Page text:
Technical Reports and Discussion Papers

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<< Your Care Your Say

Engagement range

Inform/Consult

Difficulty level

Hard (specialist skills required)

Cost

Medium ($1000 to $10,000) to High (over $10,000)

When you might use

  • To communicate an issue

Number of people to organise

Small (three to six) to large (over six) team of people

Audience numbers

Large (over 30)

Timeframe

Medium (six weeks to six months) to long (six to 12 months) 

Issues/resources

Venue; Catering; Staffing; Moderator/facilitator; Overhead/data projectors and screen; Props for working in groups (pens, paper, pins, etc.); Children’s requirements

Innovation level

Low

 

Description

Technical reports can outline research and policy findings, and can also be used to outline proposals. The most popular format is the discussion paper which, when combined with calls for submissions, can provide both information and public input. Consultation activities often require plain language documents that ensure technical information is presented comprehensively to a wide range of stakeholders. Technical reports are widely used for this purpose.

 

Objective

To provide detailed information on complex or technical issues.

 

Desired Outcome

Background information that can be used in making decisions about complex issues, or that allows good quality, accurate information to be provided to those members of the community who are interested or affected by a proposal or issue.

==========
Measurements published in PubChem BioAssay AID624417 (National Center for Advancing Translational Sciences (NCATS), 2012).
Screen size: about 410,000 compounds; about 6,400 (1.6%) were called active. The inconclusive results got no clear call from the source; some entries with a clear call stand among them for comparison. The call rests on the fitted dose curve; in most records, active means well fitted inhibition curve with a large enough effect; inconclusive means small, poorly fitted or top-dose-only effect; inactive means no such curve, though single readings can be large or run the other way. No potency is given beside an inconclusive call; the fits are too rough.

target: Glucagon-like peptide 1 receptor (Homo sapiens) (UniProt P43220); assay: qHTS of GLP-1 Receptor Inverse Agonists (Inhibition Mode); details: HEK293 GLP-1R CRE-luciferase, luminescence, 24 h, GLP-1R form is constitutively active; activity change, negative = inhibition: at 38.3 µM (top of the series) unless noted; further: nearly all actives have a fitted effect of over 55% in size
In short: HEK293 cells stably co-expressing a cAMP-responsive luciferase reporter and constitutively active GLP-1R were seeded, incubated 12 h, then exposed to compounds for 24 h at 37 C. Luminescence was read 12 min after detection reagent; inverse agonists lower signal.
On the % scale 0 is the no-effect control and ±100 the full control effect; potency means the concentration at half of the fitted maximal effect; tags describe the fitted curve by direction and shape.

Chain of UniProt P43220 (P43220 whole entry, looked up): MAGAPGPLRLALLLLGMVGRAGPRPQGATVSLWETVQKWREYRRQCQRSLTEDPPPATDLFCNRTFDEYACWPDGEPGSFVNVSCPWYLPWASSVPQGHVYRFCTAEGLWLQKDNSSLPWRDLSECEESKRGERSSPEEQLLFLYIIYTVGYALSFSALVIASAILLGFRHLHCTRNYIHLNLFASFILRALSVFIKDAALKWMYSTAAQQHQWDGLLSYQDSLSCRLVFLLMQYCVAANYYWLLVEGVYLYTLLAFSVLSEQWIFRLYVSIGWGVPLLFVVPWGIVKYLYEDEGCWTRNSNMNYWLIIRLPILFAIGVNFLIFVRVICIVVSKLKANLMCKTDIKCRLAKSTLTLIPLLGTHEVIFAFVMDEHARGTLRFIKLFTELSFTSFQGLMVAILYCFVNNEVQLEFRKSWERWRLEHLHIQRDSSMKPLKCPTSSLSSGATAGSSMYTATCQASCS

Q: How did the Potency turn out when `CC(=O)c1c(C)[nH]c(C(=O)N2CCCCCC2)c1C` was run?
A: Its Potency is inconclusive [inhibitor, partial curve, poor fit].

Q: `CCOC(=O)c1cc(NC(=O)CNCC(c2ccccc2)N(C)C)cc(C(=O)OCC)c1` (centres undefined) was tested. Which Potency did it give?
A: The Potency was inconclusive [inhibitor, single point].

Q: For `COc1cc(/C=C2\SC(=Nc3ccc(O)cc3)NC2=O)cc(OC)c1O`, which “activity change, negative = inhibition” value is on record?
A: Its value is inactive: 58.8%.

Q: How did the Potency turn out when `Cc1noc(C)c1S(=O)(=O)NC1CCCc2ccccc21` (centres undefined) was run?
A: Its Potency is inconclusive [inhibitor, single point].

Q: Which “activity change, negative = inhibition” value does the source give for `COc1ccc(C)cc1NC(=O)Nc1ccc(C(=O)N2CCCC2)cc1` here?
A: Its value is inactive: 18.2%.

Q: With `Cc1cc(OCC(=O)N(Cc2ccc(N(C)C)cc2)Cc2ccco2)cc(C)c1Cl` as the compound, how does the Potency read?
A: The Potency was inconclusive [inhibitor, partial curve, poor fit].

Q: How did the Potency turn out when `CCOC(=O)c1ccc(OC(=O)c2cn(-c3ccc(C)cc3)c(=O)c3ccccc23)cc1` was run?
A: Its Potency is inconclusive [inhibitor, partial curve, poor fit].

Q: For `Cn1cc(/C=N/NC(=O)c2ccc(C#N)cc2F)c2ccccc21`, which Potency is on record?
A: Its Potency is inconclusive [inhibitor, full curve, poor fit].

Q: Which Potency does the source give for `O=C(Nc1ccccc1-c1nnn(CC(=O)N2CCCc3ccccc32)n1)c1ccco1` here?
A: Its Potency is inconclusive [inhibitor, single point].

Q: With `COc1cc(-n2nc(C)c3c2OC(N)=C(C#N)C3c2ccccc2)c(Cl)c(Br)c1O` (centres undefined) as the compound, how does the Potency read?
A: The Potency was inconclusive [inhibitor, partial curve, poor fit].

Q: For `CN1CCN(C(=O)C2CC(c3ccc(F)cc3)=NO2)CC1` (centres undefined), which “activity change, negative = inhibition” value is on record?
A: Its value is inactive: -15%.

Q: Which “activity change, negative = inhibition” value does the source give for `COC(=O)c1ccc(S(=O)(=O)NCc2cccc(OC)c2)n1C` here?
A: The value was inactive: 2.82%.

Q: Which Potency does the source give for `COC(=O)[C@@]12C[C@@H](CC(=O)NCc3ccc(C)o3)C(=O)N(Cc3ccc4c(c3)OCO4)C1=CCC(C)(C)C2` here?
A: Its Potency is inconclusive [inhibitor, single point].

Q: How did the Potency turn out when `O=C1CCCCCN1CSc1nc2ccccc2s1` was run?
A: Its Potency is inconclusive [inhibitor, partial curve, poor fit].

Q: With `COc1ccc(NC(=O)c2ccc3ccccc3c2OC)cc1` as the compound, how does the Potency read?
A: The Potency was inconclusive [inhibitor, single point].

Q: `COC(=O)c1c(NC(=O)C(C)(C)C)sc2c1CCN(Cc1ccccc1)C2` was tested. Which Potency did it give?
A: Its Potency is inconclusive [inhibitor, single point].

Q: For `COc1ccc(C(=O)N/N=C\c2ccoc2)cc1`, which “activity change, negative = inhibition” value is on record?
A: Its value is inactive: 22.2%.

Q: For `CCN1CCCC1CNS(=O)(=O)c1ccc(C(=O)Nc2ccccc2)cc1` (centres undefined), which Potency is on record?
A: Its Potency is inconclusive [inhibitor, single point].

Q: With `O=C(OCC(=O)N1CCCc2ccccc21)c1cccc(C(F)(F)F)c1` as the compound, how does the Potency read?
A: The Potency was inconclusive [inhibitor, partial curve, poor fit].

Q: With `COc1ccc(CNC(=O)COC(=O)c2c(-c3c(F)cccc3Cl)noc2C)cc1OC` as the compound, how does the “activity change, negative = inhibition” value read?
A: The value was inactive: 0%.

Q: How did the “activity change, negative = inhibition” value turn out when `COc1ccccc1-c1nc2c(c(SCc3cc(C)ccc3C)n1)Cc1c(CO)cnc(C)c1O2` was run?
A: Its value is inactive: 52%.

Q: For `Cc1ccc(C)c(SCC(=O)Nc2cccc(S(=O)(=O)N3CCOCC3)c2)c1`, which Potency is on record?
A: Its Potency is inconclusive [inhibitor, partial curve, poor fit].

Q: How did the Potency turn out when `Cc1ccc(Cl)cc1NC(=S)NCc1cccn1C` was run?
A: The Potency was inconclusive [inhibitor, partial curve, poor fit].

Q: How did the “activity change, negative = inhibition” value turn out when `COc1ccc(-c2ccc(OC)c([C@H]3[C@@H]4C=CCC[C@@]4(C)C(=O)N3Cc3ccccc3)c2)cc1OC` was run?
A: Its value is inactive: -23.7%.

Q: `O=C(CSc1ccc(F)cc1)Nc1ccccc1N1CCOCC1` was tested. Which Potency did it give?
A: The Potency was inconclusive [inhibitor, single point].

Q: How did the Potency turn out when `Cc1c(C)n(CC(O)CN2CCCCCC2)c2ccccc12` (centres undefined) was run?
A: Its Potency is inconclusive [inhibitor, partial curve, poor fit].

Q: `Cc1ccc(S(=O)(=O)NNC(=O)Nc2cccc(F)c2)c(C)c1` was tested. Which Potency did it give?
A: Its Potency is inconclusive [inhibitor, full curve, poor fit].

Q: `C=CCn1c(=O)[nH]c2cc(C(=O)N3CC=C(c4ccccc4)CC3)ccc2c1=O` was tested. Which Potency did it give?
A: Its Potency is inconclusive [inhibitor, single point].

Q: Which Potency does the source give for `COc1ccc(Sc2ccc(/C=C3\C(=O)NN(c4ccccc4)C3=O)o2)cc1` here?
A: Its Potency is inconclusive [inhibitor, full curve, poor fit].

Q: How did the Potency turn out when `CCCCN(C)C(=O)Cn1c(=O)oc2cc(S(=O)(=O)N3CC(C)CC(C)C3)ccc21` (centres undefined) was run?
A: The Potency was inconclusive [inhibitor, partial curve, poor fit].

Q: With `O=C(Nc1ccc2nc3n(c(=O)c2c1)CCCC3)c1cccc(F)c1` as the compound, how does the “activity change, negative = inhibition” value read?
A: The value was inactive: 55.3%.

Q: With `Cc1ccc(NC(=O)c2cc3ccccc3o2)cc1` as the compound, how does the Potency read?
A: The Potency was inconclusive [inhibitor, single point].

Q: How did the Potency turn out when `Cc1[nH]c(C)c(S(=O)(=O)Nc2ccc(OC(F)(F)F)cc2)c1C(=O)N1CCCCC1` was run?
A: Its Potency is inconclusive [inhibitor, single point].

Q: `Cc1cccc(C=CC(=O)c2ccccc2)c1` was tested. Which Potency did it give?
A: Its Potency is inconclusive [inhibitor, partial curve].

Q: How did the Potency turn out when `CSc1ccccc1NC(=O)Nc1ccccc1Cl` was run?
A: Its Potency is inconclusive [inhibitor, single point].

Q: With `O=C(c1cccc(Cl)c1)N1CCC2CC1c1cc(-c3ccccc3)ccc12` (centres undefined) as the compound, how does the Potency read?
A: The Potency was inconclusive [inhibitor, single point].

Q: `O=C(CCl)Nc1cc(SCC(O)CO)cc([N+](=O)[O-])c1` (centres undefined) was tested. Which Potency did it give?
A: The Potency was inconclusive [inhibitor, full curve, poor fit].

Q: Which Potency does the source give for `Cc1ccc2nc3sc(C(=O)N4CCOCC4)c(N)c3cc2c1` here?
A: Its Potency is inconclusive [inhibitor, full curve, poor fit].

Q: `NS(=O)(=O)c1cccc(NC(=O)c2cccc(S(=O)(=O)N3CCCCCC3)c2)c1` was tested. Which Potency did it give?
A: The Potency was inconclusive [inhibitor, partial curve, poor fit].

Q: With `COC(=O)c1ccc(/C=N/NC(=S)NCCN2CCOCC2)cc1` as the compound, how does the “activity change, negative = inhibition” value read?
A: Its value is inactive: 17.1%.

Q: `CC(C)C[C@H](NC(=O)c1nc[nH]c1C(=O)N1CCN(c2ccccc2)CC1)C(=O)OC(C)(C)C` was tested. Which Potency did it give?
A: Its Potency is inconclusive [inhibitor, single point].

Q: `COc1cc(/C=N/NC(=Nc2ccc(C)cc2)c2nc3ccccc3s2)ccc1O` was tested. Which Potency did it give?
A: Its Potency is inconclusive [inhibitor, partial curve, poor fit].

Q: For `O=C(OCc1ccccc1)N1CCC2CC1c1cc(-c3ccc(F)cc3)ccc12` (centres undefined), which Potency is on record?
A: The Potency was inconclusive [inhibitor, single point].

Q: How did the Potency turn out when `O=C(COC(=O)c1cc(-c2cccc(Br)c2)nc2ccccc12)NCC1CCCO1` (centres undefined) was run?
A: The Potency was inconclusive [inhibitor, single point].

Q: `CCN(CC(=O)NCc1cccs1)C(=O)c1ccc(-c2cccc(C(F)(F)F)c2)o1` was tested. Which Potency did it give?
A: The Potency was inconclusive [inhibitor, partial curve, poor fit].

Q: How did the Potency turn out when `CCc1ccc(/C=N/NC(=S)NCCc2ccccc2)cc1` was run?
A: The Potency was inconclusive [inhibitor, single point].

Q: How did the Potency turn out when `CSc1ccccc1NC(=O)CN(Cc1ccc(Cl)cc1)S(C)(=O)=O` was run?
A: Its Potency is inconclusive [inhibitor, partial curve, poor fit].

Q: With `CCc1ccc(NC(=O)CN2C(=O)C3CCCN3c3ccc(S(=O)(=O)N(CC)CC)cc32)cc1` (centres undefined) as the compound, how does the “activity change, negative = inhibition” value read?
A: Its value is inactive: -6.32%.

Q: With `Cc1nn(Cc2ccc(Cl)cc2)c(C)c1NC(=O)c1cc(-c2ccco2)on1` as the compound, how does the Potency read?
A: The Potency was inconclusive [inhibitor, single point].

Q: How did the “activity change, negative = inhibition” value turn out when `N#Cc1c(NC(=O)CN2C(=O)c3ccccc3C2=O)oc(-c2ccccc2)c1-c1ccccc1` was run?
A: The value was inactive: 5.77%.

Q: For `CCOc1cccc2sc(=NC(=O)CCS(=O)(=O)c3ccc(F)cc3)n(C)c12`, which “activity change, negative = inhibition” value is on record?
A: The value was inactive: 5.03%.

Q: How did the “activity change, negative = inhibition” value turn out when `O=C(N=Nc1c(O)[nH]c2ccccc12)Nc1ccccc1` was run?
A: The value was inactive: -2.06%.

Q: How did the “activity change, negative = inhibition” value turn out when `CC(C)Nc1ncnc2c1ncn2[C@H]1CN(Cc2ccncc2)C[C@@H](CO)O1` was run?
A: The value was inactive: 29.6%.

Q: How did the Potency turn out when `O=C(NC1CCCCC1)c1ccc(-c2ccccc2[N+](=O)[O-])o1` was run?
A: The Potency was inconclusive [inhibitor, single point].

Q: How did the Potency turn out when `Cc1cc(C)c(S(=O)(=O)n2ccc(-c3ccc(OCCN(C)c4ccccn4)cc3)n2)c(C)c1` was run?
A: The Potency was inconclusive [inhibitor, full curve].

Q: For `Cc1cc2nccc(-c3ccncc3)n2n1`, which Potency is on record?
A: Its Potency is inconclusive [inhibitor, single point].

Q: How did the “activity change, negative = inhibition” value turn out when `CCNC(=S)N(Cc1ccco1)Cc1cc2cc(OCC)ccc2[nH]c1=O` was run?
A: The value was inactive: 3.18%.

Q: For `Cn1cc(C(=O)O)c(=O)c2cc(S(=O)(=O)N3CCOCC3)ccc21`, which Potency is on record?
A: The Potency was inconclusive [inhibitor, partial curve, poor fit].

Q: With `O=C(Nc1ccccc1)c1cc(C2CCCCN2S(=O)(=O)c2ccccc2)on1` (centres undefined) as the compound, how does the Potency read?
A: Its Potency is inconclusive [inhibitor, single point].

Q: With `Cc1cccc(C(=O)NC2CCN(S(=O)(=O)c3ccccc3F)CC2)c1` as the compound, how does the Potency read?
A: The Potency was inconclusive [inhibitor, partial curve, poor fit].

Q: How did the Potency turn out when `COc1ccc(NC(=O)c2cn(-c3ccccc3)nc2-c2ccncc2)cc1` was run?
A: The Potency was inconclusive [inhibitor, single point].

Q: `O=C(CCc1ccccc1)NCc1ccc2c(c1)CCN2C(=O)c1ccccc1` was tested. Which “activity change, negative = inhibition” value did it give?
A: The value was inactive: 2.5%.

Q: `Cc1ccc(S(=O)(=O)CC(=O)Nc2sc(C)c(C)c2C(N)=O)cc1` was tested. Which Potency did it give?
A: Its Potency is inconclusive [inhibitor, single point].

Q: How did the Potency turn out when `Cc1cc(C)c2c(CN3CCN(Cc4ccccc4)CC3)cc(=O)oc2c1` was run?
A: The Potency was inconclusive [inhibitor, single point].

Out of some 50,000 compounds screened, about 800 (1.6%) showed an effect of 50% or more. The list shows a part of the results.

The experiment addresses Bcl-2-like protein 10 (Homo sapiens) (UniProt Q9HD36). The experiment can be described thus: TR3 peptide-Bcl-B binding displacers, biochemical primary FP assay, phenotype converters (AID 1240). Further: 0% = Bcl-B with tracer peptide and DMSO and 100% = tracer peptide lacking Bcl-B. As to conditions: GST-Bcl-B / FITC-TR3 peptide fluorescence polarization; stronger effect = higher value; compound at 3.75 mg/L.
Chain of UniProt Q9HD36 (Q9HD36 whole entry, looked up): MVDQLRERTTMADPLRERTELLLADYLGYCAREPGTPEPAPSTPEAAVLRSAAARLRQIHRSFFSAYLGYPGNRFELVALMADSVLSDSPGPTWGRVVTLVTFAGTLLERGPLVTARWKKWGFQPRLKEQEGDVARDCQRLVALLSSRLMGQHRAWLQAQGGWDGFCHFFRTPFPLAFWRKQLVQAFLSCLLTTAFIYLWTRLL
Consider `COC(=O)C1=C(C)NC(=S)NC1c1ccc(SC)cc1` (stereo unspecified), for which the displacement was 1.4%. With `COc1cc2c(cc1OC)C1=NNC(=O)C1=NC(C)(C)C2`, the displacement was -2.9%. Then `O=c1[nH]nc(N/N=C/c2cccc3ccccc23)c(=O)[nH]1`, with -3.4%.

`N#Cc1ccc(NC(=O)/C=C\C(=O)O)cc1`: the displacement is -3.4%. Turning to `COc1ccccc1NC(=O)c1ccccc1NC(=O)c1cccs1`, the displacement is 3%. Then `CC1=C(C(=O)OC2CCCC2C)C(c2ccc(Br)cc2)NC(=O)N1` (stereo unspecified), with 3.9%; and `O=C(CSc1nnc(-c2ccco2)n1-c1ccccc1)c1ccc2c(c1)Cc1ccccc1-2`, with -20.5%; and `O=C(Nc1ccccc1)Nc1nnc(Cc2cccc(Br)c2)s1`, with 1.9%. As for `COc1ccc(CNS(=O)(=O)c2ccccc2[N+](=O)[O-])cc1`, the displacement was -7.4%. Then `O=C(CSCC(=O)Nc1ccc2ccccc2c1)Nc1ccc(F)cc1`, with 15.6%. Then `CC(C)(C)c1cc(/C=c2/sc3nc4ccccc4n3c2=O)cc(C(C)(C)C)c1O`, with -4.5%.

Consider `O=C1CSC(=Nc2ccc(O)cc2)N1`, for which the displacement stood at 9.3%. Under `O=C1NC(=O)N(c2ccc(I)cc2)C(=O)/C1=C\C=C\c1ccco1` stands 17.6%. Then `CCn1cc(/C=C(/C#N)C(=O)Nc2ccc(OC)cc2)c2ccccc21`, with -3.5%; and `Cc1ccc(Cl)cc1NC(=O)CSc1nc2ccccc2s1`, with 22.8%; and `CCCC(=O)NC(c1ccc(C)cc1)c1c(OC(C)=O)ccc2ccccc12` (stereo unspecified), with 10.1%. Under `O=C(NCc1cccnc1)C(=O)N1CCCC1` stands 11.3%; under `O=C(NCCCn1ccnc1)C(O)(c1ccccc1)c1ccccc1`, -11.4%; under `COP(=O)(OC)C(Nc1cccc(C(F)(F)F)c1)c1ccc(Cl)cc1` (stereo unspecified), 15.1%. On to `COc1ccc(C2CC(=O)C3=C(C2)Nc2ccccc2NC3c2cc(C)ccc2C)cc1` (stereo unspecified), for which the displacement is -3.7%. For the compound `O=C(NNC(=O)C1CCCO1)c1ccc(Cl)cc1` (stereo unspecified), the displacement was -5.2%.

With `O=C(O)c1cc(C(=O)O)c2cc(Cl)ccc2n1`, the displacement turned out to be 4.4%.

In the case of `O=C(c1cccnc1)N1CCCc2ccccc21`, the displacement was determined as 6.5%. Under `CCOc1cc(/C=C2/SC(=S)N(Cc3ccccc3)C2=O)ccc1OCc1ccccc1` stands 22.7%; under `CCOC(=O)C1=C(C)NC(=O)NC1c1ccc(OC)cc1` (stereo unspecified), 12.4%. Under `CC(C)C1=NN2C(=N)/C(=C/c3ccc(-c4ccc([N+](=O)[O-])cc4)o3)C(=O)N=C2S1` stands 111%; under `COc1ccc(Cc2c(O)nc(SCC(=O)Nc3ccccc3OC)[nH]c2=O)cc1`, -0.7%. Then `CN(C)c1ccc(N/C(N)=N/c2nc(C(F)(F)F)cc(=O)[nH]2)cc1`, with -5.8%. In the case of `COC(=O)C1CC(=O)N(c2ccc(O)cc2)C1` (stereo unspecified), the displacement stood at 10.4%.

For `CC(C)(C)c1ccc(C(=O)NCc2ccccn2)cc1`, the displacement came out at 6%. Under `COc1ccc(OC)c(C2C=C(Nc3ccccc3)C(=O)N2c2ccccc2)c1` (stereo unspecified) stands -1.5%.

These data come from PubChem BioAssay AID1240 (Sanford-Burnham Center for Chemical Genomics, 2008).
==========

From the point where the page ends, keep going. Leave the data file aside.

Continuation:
Uses/strengths

  • Can provide a large number of people and organisations with information.
  • Can be well thought out and prepared by those with considerable knowledge, interest and expertise in the issue.
  • Provides for a thorough explanation of project issues.

Special considerations/weaknesses

  • Some participants may find the reports too detailed.
  • Can be costly to produce.
  • Unless clearly written, can cause confusion.
  • Generic nature may not make it relevant to local issues.
  • Cannot ensure people have received, read or understood the information.
  • Some people are not comfortable responding in writing.
  • Time consuming to develop.
  • Time allowances for people to prepare responses.
  • Follow up consultation activities are generally required.

Step by step guide

  1. Consider the target audience, the agency or group budget, and production costs to determine the appropriate media via which to distribute the report (eg internet, print or CD-ROM).
  2. Prepare mailing list, in accordance with access to addresses and the scope of the mail-out.
  3. Prepare the reports and discussion papers using simple language with an emphasis on visual communication.
  4. Publicise the availability of the reports and/or discussion papers. If options are available, ask in what form (email, print, website address or CD-ROM) the person would like to receive the material.
  5. Provide opportunities for submission of responses, that is, allow sufficient time for detailed consideration and development of responses, and provide a variety of ways for the responses to be delivered (post, drop off points, or email).
  6. Provide contact details for people with queries.
  7. Advise on the opportunities for participation.
  8. Collate and monitor responses.

 

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